As numerous Afghans seek safety from the rising Taliban in the wake of the withdrawal of U.S. troops, a traumatized daughter is recounting how insurgency fighters beat her mother to death with AK-47s earlier this summer when she was unable to supply the group with food.
The killing, recounted by the slain woman's family to CNN in a new story, underlines the fear of how precarious life may become under the Taliban, especially for women and girls.
The militant group's fighters swept through the country this month, taking city after city as American troops began to move out. Over the weekend, the country's capital, Kabul, fell with little resistance from the government or national army.
The Taliban now insists its rule will not repeat the barbarism of its reign before 9/11. But in the weeks before America's planned withdrawal, fighters had repeatedly harassed a widow, Najia, in a small village in northern Afghanistan, demanding that she cook for them, according to CNN.
The woman's daughter, Manizha, was in the home on July 12 with her four children. Manizha told CNN the men had previously come to the house three days in a row, demanding that her mother, 45, cook for 15 fighters.
On the fourth day, "My mother told them, 'I am poor, how can I cook for you?' " Manizha told CNN.
"[The Taliban] started beating her. My mother collapsed and they hit her with their guns — AK-47s."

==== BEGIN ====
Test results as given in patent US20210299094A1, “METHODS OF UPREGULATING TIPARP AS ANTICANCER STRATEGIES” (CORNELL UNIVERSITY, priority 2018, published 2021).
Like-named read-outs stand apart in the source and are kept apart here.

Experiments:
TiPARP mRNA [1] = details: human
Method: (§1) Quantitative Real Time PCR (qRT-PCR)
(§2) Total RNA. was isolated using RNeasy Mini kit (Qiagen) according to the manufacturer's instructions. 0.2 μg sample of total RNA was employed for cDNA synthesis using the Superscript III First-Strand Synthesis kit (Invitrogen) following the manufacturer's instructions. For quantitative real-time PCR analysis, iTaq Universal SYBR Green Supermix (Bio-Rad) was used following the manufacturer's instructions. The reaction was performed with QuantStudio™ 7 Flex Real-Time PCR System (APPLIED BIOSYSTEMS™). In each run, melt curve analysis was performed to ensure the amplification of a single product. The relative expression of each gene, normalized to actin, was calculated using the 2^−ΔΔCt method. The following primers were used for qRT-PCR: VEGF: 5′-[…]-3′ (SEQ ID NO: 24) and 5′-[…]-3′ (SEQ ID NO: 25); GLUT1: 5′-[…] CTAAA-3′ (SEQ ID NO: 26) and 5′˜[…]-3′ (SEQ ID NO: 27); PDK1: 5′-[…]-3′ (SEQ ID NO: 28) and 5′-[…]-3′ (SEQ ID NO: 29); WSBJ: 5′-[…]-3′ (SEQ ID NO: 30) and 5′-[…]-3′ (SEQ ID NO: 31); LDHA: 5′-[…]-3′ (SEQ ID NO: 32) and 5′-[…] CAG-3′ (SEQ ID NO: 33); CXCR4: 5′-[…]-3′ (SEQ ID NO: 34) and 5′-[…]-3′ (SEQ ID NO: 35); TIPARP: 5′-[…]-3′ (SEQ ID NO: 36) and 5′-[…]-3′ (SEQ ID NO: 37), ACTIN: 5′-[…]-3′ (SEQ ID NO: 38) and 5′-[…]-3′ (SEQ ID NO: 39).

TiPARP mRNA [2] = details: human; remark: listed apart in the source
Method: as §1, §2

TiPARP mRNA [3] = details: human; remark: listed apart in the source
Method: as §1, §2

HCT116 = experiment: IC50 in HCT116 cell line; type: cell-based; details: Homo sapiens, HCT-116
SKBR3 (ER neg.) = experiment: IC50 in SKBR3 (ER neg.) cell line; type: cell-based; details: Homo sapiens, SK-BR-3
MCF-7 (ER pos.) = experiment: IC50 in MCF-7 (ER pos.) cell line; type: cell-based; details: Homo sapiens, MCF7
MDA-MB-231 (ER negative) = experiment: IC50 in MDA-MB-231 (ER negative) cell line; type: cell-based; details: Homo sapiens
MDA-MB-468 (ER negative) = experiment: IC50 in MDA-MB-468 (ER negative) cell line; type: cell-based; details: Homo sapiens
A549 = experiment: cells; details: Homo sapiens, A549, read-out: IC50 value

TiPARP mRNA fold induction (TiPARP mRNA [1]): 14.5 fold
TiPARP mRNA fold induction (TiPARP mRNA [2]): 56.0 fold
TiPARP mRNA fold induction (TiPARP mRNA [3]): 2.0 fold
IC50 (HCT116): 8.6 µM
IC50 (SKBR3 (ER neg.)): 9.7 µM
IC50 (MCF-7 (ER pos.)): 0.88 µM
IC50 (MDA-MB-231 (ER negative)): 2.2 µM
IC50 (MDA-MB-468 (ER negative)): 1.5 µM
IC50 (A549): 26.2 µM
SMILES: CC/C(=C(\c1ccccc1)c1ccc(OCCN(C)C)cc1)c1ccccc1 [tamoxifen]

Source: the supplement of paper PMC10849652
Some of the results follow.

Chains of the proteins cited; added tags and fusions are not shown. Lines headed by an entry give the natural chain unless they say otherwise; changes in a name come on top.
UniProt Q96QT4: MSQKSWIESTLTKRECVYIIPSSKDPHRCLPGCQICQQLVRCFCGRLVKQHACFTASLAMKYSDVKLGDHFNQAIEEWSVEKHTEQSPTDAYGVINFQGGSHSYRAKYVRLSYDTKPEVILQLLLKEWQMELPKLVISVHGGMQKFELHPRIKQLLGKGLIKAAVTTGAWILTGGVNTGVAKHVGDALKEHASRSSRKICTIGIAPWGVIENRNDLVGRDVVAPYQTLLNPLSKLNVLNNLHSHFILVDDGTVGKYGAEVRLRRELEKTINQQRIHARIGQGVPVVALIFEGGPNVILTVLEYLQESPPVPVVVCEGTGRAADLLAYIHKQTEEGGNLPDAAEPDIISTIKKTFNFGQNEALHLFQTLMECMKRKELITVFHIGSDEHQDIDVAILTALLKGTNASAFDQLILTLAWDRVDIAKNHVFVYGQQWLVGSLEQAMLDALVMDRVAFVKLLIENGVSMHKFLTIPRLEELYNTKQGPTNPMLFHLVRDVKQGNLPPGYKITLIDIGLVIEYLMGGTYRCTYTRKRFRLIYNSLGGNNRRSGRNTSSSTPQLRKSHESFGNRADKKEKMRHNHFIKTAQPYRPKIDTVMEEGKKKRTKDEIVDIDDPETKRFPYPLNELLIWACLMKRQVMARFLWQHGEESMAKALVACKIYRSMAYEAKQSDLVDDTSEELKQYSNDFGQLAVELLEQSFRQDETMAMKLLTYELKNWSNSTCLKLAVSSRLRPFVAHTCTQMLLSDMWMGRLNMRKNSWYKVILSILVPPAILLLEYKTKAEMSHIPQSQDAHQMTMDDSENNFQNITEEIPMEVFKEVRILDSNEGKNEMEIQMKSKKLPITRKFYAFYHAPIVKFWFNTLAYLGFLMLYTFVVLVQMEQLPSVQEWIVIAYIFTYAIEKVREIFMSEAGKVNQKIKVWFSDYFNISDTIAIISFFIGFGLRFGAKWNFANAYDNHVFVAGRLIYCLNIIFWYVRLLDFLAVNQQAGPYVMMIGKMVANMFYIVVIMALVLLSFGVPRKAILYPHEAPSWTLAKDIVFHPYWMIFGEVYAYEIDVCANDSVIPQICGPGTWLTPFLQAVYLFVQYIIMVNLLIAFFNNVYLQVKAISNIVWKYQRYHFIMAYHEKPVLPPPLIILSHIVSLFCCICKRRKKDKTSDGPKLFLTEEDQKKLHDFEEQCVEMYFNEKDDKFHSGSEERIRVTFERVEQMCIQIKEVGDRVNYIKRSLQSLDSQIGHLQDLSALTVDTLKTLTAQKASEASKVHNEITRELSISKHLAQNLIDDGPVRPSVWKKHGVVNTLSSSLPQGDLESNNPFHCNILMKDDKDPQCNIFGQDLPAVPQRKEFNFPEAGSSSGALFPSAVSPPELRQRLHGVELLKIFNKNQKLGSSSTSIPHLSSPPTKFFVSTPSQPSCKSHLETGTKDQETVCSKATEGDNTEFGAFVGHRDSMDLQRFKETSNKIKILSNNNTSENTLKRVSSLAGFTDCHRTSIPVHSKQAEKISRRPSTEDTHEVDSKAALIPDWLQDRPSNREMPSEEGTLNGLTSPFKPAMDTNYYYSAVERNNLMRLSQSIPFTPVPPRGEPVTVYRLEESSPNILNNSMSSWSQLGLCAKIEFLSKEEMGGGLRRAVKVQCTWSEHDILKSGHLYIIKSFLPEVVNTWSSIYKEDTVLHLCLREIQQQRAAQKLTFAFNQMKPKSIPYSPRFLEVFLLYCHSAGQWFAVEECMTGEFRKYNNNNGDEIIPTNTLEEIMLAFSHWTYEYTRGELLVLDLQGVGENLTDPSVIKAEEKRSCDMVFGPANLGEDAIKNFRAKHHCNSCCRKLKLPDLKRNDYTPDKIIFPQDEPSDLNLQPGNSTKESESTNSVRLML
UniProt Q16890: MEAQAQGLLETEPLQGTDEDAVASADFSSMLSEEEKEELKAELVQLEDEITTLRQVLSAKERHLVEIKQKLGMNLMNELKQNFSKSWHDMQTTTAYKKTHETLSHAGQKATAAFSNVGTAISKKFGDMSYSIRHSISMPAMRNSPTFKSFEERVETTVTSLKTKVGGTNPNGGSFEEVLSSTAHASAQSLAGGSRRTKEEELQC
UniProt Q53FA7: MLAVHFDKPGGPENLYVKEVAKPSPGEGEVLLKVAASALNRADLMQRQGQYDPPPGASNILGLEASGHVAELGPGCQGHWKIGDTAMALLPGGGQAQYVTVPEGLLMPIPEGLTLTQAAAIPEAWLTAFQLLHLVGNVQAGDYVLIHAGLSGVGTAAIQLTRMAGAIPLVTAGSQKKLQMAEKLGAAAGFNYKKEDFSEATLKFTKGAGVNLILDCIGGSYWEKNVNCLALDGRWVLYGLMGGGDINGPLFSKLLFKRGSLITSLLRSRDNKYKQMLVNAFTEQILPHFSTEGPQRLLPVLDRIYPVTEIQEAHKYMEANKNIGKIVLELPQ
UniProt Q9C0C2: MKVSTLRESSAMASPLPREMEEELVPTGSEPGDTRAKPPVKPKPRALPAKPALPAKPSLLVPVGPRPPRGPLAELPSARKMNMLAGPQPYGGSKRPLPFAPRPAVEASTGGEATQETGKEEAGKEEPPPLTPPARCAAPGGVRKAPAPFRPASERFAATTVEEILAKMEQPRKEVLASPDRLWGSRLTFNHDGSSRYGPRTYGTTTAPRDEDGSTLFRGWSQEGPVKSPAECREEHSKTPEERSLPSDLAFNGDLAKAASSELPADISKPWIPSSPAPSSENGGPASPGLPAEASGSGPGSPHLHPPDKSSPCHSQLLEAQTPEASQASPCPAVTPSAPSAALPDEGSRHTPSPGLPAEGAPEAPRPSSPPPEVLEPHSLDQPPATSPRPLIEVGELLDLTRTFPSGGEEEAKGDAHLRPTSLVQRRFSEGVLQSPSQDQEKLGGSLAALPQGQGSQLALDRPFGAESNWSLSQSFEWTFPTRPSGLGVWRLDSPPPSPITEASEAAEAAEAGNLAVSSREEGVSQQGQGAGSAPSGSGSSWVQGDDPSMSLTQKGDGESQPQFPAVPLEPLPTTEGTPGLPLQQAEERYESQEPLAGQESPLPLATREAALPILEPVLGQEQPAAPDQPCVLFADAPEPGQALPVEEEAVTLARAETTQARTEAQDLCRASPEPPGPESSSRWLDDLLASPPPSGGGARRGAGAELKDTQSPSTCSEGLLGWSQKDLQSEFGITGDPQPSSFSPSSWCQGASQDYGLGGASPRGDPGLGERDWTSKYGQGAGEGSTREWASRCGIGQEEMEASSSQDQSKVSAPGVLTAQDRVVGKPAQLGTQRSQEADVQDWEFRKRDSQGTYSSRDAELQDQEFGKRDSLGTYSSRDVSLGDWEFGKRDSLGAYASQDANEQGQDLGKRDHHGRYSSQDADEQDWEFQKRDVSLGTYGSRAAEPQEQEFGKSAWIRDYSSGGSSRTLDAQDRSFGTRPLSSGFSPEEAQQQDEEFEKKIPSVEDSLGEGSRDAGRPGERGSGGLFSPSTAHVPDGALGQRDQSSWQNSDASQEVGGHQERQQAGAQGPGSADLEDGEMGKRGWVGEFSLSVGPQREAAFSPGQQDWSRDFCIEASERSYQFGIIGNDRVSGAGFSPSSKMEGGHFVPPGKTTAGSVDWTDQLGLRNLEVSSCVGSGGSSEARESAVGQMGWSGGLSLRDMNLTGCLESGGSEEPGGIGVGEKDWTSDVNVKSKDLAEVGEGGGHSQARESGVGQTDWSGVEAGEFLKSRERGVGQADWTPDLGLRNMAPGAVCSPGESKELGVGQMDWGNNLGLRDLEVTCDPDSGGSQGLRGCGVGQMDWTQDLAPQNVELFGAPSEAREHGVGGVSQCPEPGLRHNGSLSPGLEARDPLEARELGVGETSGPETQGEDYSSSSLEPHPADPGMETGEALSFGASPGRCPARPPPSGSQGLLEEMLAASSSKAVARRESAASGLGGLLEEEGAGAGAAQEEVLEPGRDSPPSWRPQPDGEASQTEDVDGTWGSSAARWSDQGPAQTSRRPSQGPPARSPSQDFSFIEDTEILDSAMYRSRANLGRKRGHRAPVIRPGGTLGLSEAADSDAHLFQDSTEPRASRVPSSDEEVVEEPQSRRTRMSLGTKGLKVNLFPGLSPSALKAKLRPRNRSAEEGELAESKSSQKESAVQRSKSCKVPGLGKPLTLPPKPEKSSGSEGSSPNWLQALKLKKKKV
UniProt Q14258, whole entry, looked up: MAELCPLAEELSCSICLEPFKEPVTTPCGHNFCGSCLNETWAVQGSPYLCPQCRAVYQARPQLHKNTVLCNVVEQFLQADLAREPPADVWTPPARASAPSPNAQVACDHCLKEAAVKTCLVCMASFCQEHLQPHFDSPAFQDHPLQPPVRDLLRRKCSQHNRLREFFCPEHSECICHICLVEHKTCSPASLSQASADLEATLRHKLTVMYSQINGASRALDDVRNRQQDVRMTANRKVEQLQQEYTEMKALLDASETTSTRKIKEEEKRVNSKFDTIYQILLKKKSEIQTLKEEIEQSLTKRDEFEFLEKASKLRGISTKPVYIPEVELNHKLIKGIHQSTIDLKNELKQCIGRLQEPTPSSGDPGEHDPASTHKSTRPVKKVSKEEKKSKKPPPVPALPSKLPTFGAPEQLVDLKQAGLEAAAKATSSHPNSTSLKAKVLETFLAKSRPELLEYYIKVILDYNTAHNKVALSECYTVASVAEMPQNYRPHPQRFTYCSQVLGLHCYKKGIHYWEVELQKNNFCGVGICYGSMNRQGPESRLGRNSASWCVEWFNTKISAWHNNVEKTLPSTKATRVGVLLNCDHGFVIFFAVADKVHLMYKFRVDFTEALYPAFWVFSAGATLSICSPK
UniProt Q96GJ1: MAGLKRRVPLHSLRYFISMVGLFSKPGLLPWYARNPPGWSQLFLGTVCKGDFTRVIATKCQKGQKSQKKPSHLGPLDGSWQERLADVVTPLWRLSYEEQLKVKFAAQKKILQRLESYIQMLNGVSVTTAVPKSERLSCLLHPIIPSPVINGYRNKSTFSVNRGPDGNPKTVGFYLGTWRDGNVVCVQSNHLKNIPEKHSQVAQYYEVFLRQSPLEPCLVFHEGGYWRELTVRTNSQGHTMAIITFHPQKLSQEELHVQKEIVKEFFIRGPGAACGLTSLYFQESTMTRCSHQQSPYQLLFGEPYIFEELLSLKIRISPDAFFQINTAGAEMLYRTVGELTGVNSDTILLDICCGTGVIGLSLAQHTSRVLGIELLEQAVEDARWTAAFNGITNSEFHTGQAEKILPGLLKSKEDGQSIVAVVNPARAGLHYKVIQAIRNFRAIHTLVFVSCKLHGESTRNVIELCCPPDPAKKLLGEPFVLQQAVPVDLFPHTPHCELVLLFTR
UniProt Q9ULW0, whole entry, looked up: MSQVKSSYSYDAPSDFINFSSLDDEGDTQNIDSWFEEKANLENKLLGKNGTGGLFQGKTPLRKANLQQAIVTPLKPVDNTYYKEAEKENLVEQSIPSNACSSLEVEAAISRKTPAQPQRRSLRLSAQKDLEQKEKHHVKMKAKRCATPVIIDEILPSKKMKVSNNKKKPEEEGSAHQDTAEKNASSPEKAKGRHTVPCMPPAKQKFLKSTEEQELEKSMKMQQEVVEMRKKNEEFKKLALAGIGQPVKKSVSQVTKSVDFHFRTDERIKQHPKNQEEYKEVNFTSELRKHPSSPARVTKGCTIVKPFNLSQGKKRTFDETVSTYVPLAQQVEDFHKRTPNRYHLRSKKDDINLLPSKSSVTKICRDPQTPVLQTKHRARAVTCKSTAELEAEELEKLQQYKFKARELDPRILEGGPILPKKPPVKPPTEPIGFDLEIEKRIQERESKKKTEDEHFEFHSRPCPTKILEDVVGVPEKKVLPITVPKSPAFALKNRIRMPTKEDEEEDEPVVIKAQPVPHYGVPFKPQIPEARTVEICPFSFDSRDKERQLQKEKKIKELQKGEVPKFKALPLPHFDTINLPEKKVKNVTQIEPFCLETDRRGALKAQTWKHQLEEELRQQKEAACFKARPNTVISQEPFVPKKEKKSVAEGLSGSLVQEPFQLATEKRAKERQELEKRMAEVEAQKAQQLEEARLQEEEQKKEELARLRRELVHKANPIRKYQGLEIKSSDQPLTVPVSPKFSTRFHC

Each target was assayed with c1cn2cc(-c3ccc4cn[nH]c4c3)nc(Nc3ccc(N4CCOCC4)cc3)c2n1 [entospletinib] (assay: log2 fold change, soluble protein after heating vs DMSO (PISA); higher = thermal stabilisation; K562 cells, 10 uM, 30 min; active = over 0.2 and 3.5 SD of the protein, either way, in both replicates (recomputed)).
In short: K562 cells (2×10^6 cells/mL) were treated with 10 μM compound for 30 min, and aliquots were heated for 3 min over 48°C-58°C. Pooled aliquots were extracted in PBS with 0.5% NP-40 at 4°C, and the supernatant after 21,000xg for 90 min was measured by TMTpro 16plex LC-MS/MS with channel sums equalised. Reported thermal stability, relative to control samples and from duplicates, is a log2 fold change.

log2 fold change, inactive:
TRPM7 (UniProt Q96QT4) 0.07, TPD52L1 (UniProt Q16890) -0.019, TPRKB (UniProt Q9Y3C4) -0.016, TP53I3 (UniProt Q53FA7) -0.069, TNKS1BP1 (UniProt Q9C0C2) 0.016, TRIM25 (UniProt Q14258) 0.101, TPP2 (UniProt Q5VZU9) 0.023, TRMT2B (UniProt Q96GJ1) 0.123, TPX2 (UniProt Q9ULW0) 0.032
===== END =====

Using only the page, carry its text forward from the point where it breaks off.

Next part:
The woman, who was identified by CNN with an alias to protect her and her children, said she yelled at the fighters to stop. When they finally did stop the beating, she said, they threw a grenade into the next room and left the house as it burned.
Her mother died from the beating, she said.
Witnesses to the burning of the woman's home in the village confirmed the daughter's account, although the Taliban has denied the killing, according to CNN.
The sudden and utter collapse of Afghanistan's government and the resurgence of the Taliban has shocked many in the U.S.
Militants seized control of Kabul on Sunday in the wake of America's end to its 20-year military operation.
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It was a "gut-wrenching" outcome, President Joe Biden acknowledged in a speech on Monday, but one he said he still believed was beyond the power of the U.S. to address after years of what he cast as fruitless fighting.
The Taliban is now in control of the majority of the country. The international community has called on them to respect human rights, but many await a return of a repressive Islamist regime that was especially harsh on women.
Civil rights attorney Kimberley Motley, who has done work in Afghanistan since 2008, tells PEOPLE that, according to friends, the Taliban has gone door-to-door trying to ferret out which residents have worked with journalists or in the military or with non-Afghans.
"I'm not even seeing women on the street in Kabul. It's just disgusting. It is absolutely disgusting what's happening. I think they're afraid to be beaten," Motley says. "They're afraid to be forced into marriage. They're afraid if they go on the street on their own they'll be stopping and be asked, 'Where's your male guardian?' "
Haroon Sabawoon/Anadolu Agency via Getty
One woman who expects the worst is Zharifa Ghafari, the youngest mayor in Afghanistan and the first woman to hold the office in Maidan Shar in Wardak province.
Ghafari has told reporters she expects to be killed.
"I'm sitting here waiting for them to come. There is no one to help me or my family. I'm just sitting with them and my husband. And they will come for people like me and kill me," Ghafari, 27, told the British newspaper i. "I can't leave my family. And anyway, where would I go?"
* With reporting by AMY ESKIND
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